The Athenian statesman Demosthenes, writing in the 4th century BC, referred to the Parthenon as an everlasting emblem of resistance against the Persians in its original context and a symbol of defiance in the face of rapidly expanding Macedonian power in his own time. He idealized the Parthenon (and Athenian democracy) to motivate his fellow citizens, as the inheritors of “possessions that will never die,” to stand firm against Philip II of Macedon, a staunch autocrat. In its modern context, its symbolism is also nationalistic and can be associated with the Greek struggle for independence from the Ottoman empire.
The Parthenon’s decorative sculptures represent the zenith of Classical Greek art. In what ways are they unique? And why are they so crucial to our understanding of the birth of democracy?
CT: The Parthenon is the perfect endpoint of architectural evolution and refinement that combines the styles of both orders, the Doric and the Ionic. In that regard, it is utterly unique. Even more extraordinary is that it was built by public decree, and the citizens controlled all the subsequent works and expenses. Records of this still exist. The sculptural decoration, traditional in the pediments and on the metopes, is revolutionary in the Ionic frieze, representing the Panathenaic Procession, wherein gods and people from all social classes participate together. The temple not only honors the goddess Athena but holds up a mirror to the inhabitants of the democratic city-state; this was the genius of Pheidias, fostered by the patronage of Pericles.
PC: They are unique in two main ways: just like in Renaissance Florence, mid-5th century democratic Athens could boast a unique concatenation or confluence of artistic talents – aesthetic, mathematical, constructional, theoretical – all of which was poured into the making of the Parthenon. Second, the Parthenon as a temple was unique in the ancient Greek world in several ways: the sheer quantity and finesse of its sculptural ornamentation – especially the 160-meter Ionic frieze in a basically Doric temple; all the architectural refinements that, for example, make subtly curved lines look straight; and, the fact, often overlooked that the temple had no dedicated altar. More important, politico-religiously, than the Parthenon was the next-door Erechtheion, the temple of the city patron goddess Athena Polias, which did have a dedicated altar, which the Parthenon had to share! The original was democratic because it was conceived, voted for, executed, and managed in entirely ancient democratic ways.
Today, only 50 percent of the original Parthenon sculptures survive. Of those, half are on display in the British Museum in London. Why should they be returned to Greece?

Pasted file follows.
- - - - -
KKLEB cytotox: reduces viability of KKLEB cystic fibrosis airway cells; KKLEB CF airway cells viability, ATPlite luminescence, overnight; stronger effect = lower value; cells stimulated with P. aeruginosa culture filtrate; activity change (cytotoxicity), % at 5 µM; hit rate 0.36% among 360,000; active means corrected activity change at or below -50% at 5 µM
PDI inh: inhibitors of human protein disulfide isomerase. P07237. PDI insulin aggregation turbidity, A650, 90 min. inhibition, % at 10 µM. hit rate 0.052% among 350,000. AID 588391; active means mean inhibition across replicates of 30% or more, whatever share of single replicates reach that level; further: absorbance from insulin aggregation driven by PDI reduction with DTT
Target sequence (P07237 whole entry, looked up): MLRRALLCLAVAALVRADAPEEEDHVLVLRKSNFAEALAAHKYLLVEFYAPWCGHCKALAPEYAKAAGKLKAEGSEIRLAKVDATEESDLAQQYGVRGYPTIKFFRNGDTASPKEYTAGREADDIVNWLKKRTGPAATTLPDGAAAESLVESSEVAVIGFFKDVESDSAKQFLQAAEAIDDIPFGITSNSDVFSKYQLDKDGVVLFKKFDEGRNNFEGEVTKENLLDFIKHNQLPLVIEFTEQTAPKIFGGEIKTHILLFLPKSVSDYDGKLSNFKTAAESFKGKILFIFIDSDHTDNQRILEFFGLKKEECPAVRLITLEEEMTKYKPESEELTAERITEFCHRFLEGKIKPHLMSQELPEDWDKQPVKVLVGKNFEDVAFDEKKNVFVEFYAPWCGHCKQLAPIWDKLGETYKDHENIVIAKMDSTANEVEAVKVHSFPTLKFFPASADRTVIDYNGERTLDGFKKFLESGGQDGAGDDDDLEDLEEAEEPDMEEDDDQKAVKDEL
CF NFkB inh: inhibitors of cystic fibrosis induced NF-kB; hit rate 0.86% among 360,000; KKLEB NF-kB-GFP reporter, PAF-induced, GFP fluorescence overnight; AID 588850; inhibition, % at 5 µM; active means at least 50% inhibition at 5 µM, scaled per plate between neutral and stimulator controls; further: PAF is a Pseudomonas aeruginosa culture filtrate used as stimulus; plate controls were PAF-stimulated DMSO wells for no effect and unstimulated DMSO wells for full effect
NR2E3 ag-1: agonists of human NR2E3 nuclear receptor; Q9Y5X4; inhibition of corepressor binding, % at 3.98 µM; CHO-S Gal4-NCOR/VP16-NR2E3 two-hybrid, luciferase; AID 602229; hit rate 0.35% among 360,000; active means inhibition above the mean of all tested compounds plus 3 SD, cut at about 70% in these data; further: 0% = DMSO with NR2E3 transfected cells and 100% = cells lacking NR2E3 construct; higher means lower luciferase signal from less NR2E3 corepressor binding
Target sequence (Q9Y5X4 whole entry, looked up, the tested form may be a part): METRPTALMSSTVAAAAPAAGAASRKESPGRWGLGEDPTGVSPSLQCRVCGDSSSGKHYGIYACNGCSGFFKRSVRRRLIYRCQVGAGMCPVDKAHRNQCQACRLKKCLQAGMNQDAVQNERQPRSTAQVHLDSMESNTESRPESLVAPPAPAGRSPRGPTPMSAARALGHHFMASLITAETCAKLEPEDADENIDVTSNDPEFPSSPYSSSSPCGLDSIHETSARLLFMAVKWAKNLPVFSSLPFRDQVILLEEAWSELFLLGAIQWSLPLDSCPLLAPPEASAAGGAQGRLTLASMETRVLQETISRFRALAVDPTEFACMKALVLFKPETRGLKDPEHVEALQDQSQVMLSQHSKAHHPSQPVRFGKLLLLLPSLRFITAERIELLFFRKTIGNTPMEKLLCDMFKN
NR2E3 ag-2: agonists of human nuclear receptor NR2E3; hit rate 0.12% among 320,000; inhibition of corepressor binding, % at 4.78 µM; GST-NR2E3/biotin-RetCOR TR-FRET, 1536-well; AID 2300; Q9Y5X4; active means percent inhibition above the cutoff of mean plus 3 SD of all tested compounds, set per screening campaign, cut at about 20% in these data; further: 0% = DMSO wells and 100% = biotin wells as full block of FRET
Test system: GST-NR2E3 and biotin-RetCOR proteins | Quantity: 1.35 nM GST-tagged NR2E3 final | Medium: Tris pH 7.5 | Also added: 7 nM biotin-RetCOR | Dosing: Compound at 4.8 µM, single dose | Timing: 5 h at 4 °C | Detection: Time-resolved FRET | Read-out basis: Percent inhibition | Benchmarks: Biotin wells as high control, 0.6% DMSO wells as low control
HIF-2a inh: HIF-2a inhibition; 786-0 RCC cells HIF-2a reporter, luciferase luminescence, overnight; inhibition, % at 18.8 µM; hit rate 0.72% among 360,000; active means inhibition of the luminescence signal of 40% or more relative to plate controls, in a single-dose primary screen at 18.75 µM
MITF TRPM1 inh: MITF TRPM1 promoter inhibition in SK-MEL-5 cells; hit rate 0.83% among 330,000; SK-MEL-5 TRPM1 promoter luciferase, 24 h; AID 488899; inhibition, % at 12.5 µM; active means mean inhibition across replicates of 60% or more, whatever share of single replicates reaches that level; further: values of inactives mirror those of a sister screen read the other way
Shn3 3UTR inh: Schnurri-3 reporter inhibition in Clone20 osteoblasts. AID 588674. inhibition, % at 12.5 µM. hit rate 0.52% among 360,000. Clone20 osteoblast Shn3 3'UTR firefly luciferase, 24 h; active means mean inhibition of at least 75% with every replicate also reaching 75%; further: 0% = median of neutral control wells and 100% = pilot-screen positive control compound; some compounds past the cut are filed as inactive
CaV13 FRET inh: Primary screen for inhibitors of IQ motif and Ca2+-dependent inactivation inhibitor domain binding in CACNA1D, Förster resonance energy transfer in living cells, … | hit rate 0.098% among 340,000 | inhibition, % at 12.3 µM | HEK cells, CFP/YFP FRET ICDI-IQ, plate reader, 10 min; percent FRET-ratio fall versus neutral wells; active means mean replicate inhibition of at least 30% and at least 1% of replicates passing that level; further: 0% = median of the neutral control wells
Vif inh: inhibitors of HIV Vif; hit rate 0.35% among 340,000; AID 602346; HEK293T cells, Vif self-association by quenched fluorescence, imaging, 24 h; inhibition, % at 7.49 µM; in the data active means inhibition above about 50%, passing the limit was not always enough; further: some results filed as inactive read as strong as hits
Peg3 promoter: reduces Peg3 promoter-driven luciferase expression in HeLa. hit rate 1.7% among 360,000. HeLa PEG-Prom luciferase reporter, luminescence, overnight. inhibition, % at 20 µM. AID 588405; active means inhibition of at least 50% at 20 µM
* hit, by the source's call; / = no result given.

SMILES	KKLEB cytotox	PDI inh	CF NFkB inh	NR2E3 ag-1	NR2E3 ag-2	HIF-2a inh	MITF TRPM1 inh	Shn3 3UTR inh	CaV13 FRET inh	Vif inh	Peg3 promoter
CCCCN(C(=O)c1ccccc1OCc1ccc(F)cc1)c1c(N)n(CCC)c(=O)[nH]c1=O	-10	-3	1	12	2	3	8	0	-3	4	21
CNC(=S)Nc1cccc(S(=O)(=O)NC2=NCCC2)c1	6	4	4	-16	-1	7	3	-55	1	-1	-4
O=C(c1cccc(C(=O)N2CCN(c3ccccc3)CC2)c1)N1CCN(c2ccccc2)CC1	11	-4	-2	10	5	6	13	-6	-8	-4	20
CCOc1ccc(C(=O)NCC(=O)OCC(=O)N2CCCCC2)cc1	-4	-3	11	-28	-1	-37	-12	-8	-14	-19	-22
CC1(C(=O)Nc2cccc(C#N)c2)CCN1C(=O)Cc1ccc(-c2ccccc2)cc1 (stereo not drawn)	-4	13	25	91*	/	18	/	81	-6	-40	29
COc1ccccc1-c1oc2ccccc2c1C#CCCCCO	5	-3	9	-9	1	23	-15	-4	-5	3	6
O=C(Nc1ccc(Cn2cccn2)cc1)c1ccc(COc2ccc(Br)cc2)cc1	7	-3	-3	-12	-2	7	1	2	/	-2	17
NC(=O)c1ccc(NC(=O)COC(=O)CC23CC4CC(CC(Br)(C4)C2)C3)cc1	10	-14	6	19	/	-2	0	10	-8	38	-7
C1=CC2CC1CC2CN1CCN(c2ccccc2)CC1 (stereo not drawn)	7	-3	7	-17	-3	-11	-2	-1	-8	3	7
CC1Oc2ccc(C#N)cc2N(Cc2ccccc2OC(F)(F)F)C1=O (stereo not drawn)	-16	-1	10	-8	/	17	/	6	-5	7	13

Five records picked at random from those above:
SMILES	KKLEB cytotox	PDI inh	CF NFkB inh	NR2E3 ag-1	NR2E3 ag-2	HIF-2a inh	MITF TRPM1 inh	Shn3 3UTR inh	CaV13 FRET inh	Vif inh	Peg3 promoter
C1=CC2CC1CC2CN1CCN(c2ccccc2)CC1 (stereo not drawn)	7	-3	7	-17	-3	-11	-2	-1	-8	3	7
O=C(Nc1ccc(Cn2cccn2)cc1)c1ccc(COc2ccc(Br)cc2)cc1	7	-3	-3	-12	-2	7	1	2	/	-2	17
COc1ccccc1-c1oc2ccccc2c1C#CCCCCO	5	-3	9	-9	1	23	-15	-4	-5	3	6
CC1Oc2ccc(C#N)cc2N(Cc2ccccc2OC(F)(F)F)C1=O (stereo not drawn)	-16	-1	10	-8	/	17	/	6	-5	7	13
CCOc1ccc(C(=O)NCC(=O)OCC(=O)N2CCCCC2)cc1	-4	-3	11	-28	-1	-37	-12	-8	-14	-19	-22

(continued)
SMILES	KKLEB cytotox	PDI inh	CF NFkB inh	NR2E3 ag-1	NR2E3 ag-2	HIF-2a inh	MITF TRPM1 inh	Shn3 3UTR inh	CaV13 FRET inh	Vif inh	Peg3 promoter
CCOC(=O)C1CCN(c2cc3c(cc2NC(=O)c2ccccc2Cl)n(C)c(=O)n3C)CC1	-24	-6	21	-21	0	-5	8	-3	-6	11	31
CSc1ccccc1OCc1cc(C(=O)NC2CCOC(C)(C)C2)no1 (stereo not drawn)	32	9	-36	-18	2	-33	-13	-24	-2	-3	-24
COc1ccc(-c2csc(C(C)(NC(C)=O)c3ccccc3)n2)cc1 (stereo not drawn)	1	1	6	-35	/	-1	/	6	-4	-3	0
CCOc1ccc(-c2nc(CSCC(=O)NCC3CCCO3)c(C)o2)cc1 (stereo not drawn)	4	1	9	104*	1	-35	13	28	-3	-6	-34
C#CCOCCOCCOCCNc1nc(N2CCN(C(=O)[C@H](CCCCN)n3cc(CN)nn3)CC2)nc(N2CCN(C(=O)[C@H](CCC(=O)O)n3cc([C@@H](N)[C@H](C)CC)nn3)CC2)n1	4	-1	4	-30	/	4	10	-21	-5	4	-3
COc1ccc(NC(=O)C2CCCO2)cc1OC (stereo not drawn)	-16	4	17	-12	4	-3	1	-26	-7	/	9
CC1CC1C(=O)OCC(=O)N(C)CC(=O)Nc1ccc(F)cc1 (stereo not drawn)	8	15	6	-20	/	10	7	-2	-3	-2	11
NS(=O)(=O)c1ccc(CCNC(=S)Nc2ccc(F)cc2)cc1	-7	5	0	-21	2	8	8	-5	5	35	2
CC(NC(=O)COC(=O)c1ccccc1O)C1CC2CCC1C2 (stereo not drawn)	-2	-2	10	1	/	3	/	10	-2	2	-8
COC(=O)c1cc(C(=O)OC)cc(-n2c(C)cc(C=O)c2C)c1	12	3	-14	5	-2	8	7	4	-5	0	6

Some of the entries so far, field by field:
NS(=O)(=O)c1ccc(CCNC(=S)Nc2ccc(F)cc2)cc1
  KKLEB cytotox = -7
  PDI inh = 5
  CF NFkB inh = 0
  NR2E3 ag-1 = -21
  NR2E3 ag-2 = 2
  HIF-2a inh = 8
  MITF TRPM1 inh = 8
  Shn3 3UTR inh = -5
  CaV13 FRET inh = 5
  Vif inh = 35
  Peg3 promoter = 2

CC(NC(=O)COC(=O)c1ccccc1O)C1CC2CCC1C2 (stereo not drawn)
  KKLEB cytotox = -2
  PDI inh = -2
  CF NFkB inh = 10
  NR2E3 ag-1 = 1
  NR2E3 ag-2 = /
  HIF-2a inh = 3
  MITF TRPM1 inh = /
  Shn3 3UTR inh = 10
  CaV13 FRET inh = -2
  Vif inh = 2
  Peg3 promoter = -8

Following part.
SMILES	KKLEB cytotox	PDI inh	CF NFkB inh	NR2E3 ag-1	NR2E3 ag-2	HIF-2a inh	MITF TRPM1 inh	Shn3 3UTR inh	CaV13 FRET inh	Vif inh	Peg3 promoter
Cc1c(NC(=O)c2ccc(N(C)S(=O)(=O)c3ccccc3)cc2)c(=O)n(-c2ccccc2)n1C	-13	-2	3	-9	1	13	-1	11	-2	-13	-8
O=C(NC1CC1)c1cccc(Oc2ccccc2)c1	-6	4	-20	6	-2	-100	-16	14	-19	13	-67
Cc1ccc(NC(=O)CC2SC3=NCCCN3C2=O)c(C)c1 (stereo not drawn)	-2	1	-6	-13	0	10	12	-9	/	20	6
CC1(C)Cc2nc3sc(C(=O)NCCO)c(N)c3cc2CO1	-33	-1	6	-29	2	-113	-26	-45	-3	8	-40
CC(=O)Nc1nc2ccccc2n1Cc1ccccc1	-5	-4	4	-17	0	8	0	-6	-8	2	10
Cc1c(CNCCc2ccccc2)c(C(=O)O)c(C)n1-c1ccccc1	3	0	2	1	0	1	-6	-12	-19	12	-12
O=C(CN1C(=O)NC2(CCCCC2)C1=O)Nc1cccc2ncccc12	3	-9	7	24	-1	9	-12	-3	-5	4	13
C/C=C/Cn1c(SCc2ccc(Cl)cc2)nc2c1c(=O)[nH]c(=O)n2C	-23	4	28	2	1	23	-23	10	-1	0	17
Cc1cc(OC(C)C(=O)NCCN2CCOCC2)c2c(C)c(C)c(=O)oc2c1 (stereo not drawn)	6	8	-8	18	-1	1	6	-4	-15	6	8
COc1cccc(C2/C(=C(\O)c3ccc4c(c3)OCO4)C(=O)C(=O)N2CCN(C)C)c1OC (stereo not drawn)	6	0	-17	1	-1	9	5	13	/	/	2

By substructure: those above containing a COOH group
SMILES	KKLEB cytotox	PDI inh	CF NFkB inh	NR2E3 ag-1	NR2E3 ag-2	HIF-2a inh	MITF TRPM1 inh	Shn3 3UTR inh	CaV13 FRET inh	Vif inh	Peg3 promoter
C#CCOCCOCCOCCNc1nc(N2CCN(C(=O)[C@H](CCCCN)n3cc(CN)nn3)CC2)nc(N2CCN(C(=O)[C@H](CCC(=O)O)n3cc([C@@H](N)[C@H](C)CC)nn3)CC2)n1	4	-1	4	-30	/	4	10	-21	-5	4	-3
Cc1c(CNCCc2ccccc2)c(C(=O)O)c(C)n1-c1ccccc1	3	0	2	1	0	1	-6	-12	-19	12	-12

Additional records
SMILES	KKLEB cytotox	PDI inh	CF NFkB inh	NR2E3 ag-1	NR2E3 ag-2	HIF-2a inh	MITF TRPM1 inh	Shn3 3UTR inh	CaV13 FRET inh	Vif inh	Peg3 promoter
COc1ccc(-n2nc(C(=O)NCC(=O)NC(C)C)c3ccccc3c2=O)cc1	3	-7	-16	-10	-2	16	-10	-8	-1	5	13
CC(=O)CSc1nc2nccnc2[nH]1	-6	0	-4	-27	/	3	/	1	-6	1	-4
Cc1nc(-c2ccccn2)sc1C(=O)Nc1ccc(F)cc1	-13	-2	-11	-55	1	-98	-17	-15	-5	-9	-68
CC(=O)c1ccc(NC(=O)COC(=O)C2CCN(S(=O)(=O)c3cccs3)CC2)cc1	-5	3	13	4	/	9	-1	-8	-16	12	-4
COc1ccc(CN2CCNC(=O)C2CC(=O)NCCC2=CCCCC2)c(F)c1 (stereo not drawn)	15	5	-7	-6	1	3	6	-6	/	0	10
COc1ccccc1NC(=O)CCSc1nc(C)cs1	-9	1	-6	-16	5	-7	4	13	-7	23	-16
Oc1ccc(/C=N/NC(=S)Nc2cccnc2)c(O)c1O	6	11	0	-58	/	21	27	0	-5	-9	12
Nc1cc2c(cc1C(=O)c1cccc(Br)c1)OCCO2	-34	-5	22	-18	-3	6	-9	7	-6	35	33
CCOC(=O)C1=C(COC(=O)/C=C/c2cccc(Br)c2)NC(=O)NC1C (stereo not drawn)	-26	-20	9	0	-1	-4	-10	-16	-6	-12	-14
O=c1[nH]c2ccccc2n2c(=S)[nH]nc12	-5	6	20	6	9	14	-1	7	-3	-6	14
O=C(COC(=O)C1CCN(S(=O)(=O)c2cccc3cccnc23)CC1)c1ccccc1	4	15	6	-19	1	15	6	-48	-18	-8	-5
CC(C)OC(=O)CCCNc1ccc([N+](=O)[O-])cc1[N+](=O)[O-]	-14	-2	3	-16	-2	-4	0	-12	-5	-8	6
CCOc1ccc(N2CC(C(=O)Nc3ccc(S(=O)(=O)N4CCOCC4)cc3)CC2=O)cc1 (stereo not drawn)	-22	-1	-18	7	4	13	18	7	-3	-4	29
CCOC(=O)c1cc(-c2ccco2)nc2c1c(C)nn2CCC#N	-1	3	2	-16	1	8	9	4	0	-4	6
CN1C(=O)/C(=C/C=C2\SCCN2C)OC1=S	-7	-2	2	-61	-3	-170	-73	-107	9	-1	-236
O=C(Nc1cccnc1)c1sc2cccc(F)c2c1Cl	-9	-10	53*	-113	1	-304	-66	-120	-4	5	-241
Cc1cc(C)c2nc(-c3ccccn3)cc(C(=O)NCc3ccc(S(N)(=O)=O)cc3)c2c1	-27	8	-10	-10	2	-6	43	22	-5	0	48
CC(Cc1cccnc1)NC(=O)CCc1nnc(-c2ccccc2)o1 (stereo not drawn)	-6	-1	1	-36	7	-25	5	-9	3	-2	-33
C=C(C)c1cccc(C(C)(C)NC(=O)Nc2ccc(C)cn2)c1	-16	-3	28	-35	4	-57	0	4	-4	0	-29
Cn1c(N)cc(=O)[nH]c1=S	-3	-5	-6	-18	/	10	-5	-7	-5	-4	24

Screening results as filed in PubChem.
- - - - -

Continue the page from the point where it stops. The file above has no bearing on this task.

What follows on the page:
CT: They are all surviving parts of a giant puzzle that can never be pieced together again, but every existing part helps to reduce the lost ones and, as far as possible, complete the picture and restore its beauty – something that plaster casts could never do! For obvious reasons, the surviving sculptures cannot be reunited with the actual Parthenon building, which is one of the arguments for the refusal by the British Museum to return them. Still, at least they will be displayed in the sublime Parthenon Gallery on top of the Acropolis Museum, in direct visual contact with the monument atop the Sacred Rock, their natural environment. For people living in the vicinity of the Acropolis Museum today, these spectacular sculptures can be seen 24 hours a day, seven days a week! A majestic view, especially at night.
PC: Of course they should be returned to Greece. Imagine having bits of the Mona Lisa scattered between museums in France, Italy, Spain, Denmark, and England. That would be absurd! The Parthenon is a whole – of course, an incomplete and seriously damaged one, but still whole enough for all the extant parts to be reunified where they belong, in Athens, and in a dedicated museum, the Acropolis Museum, not in the appalling surroundings of Room 18 (the Duveen Gallery) at the British Museum. A keyword is “Acropolis.” The Parthenon was and is of the Acropolis, as well as [being] on it.
At the turn of the 19th century, when Lord Elgin arrived in Athens, the Acropolis was the site of a military garrison. Is there any truth to the claims that he “saved” the priceless marbles from the lime kilns of the occupying Ottoman Turks?
PC: None whatsoever. The Turks were not bent on turning the temple or its decorative sculptures into lime. Besides, why did so much of the monument survive despite nearly 400 years of Ottoman rule? Elgin’s mission was not to “save” the Marbles but to grab them – for himself. We know from contemporary sources that the local inhabitants of Athens at the time were distraught by their removal.
One of the British Museum’s arguments against the return of the sculptures is that Elgin acquired permission from the Ottoman authorities of the time – a firman (Sultan’s decree) – to remove them. What evidence is there that he acted illegally?
PC: Firstly, there is no evidence of a firman emanating from the Sultan – only an Italian translation of a summary of a particular type of firman granted by the Ottoman equivalent of the Foreign Secretary. That did not grant Elgin permission to do what he did. It merely allowed him and his men a free pass onto the Acropolis, a military garrison at the time, to copy some of the sculptures and architectural elements and remove some of the fragments lying around on the ground. To achieve that, his associate, the Reverend Philip Hunt, had to bribe several key officials.